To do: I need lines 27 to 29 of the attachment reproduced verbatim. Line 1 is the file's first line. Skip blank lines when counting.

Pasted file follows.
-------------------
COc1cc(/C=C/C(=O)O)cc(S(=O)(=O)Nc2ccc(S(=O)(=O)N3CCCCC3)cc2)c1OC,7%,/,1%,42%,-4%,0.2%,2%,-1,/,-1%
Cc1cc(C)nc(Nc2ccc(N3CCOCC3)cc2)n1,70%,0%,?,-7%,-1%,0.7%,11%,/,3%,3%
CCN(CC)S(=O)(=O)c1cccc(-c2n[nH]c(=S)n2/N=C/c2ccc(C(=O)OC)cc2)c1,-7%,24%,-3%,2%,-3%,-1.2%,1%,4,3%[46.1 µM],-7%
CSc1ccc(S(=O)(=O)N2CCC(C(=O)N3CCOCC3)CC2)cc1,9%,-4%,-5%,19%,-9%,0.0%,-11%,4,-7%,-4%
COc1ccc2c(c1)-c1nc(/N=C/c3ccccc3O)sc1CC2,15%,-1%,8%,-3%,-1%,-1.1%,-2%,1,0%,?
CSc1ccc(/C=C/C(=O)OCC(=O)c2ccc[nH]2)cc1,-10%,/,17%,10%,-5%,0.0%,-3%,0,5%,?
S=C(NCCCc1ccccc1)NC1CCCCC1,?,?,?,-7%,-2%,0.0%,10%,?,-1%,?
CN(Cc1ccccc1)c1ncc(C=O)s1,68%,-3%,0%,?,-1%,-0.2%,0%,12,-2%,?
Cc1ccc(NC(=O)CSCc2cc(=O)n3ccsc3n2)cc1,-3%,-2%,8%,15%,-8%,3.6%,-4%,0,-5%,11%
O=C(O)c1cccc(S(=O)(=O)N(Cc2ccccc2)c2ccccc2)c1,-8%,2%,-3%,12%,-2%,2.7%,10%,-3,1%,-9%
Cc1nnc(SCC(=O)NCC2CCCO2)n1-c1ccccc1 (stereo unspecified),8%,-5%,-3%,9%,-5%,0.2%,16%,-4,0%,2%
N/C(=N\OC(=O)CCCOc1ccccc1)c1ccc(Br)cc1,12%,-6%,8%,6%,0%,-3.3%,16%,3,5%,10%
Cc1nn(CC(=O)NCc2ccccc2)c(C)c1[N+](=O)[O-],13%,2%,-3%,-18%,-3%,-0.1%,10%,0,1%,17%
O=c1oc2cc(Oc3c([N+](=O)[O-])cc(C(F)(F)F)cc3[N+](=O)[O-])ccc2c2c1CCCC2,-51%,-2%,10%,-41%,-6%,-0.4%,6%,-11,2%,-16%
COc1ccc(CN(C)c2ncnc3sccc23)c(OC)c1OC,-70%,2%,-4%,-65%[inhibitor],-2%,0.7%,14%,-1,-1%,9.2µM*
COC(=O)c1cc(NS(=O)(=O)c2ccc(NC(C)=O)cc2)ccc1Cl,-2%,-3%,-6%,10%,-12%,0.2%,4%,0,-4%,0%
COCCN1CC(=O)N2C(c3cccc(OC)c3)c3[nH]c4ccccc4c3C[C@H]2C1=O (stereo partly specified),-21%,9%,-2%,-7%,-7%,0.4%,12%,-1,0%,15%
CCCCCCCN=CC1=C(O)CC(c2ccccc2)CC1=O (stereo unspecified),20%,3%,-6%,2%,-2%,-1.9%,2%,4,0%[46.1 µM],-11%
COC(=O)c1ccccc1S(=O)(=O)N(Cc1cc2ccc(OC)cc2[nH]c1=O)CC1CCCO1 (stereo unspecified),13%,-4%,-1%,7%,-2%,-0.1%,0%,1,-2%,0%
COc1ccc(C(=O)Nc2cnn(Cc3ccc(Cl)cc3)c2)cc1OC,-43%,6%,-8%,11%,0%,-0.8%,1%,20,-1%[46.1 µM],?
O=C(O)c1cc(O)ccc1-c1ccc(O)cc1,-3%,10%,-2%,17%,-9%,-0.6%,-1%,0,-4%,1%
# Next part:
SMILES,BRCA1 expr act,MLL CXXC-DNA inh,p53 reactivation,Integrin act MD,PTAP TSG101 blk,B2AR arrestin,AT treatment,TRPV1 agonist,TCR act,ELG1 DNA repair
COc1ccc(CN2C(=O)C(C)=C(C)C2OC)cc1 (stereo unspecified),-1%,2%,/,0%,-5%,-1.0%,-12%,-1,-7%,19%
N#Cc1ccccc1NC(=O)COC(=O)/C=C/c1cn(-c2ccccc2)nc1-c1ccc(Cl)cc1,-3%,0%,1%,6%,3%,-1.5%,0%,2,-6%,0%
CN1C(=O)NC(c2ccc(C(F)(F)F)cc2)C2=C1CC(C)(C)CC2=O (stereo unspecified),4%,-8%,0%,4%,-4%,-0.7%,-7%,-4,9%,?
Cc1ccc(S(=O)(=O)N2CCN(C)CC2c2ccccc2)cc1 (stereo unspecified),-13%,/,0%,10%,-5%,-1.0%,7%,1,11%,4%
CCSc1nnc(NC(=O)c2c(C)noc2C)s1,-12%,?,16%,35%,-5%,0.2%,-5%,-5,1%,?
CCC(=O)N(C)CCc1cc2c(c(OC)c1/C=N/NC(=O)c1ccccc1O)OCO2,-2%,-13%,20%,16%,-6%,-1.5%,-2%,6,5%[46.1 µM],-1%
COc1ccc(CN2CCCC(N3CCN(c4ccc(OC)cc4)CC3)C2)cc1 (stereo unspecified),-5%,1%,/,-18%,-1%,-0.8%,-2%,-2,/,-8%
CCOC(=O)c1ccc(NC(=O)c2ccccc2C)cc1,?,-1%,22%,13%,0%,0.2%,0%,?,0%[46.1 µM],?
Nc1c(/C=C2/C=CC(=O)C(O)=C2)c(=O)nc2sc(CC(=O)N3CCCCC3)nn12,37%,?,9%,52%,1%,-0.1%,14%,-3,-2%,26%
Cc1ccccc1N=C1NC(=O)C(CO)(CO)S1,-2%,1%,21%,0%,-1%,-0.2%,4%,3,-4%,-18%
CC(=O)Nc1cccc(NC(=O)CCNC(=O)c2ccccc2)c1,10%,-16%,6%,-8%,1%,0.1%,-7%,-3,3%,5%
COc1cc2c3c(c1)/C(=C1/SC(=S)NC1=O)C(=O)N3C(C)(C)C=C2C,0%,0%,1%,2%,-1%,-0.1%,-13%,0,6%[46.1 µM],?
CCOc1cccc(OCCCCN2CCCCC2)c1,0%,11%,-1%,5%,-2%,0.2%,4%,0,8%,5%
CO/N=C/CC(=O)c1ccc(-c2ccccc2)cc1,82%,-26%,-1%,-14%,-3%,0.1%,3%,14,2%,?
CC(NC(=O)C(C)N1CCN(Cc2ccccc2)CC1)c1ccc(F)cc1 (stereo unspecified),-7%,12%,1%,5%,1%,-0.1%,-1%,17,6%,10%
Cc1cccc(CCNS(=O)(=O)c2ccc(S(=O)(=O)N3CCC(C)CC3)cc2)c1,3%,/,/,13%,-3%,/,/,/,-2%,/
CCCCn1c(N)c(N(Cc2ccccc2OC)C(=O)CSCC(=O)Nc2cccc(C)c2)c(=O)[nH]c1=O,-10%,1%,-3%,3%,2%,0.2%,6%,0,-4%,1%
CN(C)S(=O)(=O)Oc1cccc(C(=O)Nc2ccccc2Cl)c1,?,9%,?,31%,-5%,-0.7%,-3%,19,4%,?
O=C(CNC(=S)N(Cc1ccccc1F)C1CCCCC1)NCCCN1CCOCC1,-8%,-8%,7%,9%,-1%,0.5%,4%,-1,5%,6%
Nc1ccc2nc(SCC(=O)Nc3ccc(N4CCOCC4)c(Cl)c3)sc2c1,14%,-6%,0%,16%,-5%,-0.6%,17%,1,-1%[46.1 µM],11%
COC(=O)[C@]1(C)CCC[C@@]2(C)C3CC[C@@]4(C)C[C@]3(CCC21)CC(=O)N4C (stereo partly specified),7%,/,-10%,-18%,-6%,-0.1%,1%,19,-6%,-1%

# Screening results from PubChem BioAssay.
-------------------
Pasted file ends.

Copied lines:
Cc1ccc(S(=O)(=O)N2CCN(C)CC2c2ccccc2)cc1 (stereo unspecified),-13%,/,0%,10%,-5%,-1.0%,7%,1,11%,4%
CCSc1nnc(NC(=O)c2c(C)noc2C)s1,-12%,?,16%,35%,-5%,0.2%,-5%,-5,1%,?
CCC(=O)N(C)CCc1cc2c(c(OC)c1/C=N/NC(=O)c1ccccc1O)OCO2,-2%,-13%,20%,16%,-6%,-1.5%,-2%,6,5%[46.1 µM],-1%